One of the many Australian memorials to the "Man with the donk".

Over the years there has been a fervent campaign to obtain a posthumous V.C. for Simpson. Many believe that the lack of a V.C. is a great wrong that should be redressed. In discussing this with my Australian husband, his views were clear; a V.C. would “mean the creation of an official myth. It should be left as it is, for those to whom it belongs.” And as a Geordie, knowing something of the background to Jack Simpson, the type of streets and houses he and his family would have lived in, even the donkeys on the beaches of Northumberland and Durham that were giving rides when I was a child, I agree with him.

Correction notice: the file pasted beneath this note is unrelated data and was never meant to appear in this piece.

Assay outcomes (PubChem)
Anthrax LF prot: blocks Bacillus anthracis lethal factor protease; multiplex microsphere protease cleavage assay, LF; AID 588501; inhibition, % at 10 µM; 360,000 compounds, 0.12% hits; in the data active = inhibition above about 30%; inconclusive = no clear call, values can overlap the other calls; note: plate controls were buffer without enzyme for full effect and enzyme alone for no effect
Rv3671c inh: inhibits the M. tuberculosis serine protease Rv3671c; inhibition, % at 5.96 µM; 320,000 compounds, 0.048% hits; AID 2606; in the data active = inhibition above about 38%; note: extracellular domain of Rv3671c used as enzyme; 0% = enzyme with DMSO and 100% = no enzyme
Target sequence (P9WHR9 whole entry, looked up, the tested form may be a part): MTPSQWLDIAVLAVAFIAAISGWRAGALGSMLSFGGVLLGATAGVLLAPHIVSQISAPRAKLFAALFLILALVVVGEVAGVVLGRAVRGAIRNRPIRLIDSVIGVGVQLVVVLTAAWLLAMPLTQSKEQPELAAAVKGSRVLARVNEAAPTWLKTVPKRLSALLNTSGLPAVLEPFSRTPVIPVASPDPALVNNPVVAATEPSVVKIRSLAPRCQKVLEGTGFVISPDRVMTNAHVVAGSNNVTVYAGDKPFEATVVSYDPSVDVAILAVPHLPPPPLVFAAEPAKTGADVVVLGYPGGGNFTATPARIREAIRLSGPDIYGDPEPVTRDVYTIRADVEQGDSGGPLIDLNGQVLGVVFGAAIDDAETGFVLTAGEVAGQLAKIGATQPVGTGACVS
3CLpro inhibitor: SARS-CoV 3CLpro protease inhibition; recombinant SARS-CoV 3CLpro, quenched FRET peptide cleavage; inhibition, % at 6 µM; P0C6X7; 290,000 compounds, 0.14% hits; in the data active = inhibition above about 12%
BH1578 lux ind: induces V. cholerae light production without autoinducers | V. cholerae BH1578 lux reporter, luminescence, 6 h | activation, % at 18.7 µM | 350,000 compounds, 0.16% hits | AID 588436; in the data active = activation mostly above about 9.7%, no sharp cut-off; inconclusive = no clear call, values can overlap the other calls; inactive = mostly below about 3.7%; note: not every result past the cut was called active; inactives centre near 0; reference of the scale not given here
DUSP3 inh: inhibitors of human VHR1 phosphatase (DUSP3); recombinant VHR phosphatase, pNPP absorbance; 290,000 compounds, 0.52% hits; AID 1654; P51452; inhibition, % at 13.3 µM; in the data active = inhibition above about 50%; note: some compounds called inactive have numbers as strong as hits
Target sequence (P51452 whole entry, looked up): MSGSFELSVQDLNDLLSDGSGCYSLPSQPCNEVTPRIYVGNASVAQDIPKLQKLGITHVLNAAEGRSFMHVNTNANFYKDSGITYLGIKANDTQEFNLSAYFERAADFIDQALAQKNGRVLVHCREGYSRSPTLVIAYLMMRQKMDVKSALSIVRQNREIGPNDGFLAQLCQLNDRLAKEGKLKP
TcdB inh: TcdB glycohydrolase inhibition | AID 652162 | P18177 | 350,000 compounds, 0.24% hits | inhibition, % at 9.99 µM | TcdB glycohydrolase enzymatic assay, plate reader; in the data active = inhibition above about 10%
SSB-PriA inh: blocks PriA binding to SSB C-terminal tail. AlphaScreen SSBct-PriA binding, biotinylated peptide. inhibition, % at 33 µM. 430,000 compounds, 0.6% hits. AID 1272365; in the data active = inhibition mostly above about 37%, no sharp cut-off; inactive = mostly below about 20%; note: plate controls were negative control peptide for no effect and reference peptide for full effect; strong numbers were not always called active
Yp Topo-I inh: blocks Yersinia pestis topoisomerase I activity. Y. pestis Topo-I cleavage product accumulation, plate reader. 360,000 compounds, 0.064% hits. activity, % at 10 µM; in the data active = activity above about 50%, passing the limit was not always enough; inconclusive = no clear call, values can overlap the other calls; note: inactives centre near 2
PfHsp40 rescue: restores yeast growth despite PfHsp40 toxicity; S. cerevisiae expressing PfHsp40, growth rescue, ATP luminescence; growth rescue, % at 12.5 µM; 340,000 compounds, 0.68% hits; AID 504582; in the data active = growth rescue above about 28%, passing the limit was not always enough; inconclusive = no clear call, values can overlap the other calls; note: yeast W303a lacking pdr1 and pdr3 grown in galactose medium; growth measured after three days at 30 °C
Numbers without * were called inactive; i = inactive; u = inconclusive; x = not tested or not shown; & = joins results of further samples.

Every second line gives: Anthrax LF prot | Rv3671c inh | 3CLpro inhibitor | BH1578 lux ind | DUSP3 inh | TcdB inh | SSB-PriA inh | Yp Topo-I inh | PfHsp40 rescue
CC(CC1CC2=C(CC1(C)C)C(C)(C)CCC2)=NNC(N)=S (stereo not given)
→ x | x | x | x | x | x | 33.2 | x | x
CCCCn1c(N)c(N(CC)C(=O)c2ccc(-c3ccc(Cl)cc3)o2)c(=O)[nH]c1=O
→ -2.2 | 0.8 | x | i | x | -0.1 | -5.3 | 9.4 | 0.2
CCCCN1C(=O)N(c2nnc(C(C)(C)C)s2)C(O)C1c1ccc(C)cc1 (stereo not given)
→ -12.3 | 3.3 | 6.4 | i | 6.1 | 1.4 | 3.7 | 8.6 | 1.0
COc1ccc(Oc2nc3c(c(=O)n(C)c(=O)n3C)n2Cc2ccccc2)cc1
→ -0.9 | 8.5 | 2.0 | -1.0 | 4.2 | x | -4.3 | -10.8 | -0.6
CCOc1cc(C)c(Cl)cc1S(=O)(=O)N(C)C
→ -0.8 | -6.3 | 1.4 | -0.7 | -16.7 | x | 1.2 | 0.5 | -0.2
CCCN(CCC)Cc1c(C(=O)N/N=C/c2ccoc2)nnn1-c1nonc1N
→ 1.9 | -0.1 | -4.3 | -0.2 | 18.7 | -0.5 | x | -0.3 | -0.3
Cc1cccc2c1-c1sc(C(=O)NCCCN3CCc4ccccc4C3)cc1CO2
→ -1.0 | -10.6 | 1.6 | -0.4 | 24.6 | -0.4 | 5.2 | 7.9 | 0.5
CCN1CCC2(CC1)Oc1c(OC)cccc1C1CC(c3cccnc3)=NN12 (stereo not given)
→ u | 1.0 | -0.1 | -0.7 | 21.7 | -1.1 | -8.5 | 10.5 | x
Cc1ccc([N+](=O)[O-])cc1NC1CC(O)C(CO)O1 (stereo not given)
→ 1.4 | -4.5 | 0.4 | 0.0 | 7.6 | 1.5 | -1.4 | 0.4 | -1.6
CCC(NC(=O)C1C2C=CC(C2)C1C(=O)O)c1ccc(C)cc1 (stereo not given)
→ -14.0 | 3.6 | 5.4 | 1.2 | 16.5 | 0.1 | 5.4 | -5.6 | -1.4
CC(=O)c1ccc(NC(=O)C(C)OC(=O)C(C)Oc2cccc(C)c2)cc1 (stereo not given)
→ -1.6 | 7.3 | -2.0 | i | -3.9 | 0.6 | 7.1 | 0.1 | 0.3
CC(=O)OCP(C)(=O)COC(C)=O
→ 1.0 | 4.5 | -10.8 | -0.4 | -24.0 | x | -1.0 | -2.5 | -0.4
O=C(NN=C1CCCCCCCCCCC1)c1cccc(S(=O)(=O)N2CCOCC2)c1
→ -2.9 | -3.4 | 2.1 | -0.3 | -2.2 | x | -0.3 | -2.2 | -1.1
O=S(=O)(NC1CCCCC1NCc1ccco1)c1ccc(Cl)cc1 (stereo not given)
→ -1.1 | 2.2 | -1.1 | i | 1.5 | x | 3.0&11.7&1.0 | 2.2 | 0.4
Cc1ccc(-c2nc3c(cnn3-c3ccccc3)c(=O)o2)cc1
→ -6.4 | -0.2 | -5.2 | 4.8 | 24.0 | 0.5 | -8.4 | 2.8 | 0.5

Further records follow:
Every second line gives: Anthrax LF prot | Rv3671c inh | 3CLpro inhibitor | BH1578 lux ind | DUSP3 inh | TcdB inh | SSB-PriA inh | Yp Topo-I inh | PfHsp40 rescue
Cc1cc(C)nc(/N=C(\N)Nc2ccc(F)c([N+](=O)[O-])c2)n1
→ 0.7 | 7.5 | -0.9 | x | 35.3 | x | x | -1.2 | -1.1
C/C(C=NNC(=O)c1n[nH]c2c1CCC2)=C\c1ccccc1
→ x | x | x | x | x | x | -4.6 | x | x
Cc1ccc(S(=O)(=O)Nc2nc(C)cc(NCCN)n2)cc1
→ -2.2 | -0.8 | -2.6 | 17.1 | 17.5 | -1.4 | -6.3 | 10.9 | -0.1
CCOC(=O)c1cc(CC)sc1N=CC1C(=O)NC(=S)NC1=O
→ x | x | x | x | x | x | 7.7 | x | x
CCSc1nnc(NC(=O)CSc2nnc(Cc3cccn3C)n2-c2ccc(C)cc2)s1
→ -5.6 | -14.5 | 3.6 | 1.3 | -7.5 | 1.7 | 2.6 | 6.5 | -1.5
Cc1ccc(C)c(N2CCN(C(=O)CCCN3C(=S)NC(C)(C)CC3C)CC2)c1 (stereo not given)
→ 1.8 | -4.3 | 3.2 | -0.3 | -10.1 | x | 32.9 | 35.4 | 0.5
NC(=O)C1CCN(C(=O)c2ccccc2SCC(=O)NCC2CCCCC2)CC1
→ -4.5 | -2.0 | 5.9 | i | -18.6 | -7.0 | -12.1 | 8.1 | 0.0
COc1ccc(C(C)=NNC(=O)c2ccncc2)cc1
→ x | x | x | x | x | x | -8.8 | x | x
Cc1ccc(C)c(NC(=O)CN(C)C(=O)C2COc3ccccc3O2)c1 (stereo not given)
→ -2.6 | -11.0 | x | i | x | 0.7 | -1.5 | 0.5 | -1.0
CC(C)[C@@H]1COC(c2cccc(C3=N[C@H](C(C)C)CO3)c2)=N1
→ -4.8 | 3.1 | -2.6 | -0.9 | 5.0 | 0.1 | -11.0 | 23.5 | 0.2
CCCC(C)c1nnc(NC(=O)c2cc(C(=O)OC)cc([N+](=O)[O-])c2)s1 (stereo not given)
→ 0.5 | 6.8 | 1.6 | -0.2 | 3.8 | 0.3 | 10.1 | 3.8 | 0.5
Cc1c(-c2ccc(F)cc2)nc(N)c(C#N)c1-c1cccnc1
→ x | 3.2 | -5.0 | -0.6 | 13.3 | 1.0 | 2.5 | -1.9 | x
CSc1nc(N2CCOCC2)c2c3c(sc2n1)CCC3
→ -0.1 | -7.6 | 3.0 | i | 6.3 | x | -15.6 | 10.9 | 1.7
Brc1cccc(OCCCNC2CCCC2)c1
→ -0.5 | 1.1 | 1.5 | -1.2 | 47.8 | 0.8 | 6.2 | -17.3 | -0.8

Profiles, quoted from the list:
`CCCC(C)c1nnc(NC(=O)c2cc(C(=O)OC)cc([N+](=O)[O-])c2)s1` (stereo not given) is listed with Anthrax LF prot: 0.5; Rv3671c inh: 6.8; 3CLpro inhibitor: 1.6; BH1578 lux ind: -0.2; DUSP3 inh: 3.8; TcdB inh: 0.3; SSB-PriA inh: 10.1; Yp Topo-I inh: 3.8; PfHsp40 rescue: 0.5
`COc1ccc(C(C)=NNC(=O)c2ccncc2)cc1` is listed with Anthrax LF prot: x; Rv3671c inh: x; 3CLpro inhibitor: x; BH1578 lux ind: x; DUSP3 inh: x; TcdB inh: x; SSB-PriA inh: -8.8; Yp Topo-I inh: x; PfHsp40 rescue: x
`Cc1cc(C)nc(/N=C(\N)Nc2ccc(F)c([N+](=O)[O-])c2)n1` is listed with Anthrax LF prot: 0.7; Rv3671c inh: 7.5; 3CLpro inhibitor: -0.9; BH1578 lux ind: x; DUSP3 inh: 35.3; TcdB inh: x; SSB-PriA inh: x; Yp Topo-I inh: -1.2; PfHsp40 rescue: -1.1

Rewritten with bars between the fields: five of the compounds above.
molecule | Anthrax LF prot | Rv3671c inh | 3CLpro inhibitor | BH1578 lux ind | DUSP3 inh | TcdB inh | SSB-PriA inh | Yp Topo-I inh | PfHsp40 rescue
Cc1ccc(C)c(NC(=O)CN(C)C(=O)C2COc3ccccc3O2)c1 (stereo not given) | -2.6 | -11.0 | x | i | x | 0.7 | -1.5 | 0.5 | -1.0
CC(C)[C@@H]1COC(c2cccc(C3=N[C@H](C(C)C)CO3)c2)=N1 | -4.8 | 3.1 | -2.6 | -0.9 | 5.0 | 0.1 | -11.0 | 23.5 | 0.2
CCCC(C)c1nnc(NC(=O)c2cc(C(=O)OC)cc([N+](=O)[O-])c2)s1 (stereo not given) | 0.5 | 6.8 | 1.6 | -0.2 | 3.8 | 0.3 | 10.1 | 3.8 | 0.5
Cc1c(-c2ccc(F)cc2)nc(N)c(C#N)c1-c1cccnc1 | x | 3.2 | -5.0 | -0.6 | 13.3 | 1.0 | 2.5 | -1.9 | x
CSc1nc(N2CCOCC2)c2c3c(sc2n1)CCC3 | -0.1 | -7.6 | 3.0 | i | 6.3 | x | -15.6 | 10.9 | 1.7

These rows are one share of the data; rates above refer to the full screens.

Read more about Jack Simpson and his donkey on: http://www.anzacs.net/Simpson.htm; http://en.wikipedia.org/wiki/John_Simpson_Kirkpatrick;http://www.awm.gov.au/exhibitions/forging/australians/simpson.asp;http://www.convictcreations.com/history/simpson.htm; http:;//www.anzacday.org.au/spirit/hero/chp00.html; http://james-parsons.suite101.com/simpson-and-his-donkey-a91890; http://www.anzacday.org.au/spirit/hero/chp00.html; http://indymedia.org.au/2011/04/22/simpson-and-his-donkey-the-radical-truthhttp://adb.anu.edu.au/biography/kirkpatrick-john-simpson-6975; http://www.youtube.com/watch?v=398BlpdZnzo